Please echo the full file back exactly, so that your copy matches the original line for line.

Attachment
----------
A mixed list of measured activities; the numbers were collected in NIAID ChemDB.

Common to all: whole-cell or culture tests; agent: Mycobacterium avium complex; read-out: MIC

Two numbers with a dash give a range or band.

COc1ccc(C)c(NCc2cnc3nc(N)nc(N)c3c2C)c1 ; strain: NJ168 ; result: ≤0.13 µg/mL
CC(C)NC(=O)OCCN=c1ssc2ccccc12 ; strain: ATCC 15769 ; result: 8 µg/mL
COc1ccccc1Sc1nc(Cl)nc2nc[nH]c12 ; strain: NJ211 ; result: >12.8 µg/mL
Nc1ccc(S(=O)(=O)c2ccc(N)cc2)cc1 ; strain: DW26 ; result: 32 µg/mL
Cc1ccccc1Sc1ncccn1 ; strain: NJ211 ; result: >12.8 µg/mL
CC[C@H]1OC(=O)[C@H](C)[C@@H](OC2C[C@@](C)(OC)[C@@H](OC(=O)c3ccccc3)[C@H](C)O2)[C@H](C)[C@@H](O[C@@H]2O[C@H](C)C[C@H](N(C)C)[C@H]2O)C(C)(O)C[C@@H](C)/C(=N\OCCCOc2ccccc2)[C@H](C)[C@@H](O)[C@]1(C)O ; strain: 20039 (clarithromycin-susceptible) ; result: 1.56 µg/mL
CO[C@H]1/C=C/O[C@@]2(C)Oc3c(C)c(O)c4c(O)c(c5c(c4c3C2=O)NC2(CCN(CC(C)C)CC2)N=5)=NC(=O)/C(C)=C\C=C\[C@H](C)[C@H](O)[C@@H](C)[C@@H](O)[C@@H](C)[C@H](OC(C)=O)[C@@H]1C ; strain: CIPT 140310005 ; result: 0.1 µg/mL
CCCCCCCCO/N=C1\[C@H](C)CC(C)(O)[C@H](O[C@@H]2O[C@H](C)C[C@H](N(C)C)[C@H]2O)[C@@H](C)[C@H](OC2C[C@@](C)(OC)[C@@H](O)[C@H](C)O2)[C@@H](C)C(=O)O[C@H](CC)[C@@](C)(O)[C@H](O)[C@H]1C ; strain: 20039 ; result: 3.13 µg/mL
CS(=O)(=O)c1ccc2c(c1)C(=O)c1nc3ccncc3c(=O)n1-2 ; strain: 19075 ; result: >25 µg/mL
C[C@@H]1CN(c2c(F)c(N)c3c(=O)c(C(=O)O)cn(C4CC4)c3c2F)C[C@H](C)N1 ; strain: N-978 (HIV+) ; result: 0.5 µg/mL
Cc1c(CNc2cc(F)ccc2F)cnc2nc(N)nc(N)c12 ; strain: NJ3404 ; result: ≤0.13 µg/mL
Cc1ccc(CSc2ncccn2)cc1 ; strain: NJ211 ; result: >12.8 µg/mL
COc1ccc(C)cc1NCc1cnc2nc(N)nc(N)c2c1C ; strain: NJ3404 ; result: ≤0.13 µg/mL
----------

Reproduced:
A mixed list of measured activities; the numbers were collected in NIAID ChemDB.

Common to all: whole-cell or culture tests; agent: Mycobacterium avium complex; read-out: MIC

Two numbers with a dash give a range or band.

COc1ccc(C)c(NCc2cnc3nc(N)nc(N)c3c2C)c1 ; strain: NJ168 ; result: ≤0.13 µg/mL
CC(C)NC(=O)OCCN=c1ssc2ccccc12 ; strain: ATCC 15769 ; result: 8 µg/mL
COc1ccccc1Sc1nc(Cl)nc2nc[nH]c12 ; strain: NJ211 ; result: >12.8 µg/mL
Nc1ccc(S(=O)(=O)c2ccc(N)cc2)cc1 ; strain: DW26 ; result: 32 µg/mL
Cc1ccccc1Sc1ncccn1 ; strain: NJ211 ; result: >12.8 µg/mL
CC[C@H]1OC(=O)[C@H](C)[C@@H](OC2C[C@@](C)(OC)[C@@H](OC(=O)c3ccccc3)[C@H](C)O2)[C@H](C)[C@@H](O[C@@H]2O[C@H](C)C[C@H](N(C)C)[C@H]2O)C(C)(O)C[C@@H](C)/C(=N\OCCCOc2ccccc2)[C@H](C)[C@@H](O)[C@]1(C)O ; strain: 20039 (clarithromycin-susceptible) ; result: 1.56 µg/mL
CO[C@H]1/C=C/O[C@@]2(C)Oc3c(C)c(O)c4c(O)c(c5c(c4c3C2=O)NC2(CCN(CC(C)C)CC2)N=5)=NC(=O)/C(C)=C\C=C\[C@H](C)[C@H](O)[C@@H](C)[C@@H](O)[C@@H](C)[C@H](OC(C)=O)[C@@H]1C ; strain: CIPT 140310005 ; result: 0.1 µg/mL
CCCCCCCCO/N=C1\[C@H](C)CC(C)(O)[C@H](O[C@@H]2O[C@H](C)C[C@H](N(C)C)[C@H]2O)[C@@H](C)[C@H](OC2C[C@@](C)(OC)[C@@H](O)[C@H](C)O2)[C@@H](C)C(=O)O[C@H](CC)[C@@](C)(O)[C@H](O)[C@H]1C ; strain: 20039 ; result: 3.13 µg/mL
CS(=O)(=O)c1ccc2c(c1)C(=O)c1nc3ccncc3c(=O)n1-2 ; strain: 19075 ; result: >25 µg/mL
C[C@@H]1CN(c2c(F)c(N)c3c(=O)c(C(=O)O)cn(C4CC4)c3c2F)C[C@H](C)N1 ; strain: N-978 (HIV+) ; result: 0.5 µg/mL
Cc1c(CNc2cc(F)ccc2F)cnc2nc(N)nc(N)c12 ; strain: NJ3404 ; result: ≤0.13 µg/mL
Cc1ccc(CSc2ncccn2)cc1 ; strain: NJ211 ; result: >12.8 µg/mL
COc1ccc(C)cc1NCc1cnc2nc(N)nc(N)c2c1C ; strain: NJ3404 ; result: ≤0.13 µg/mL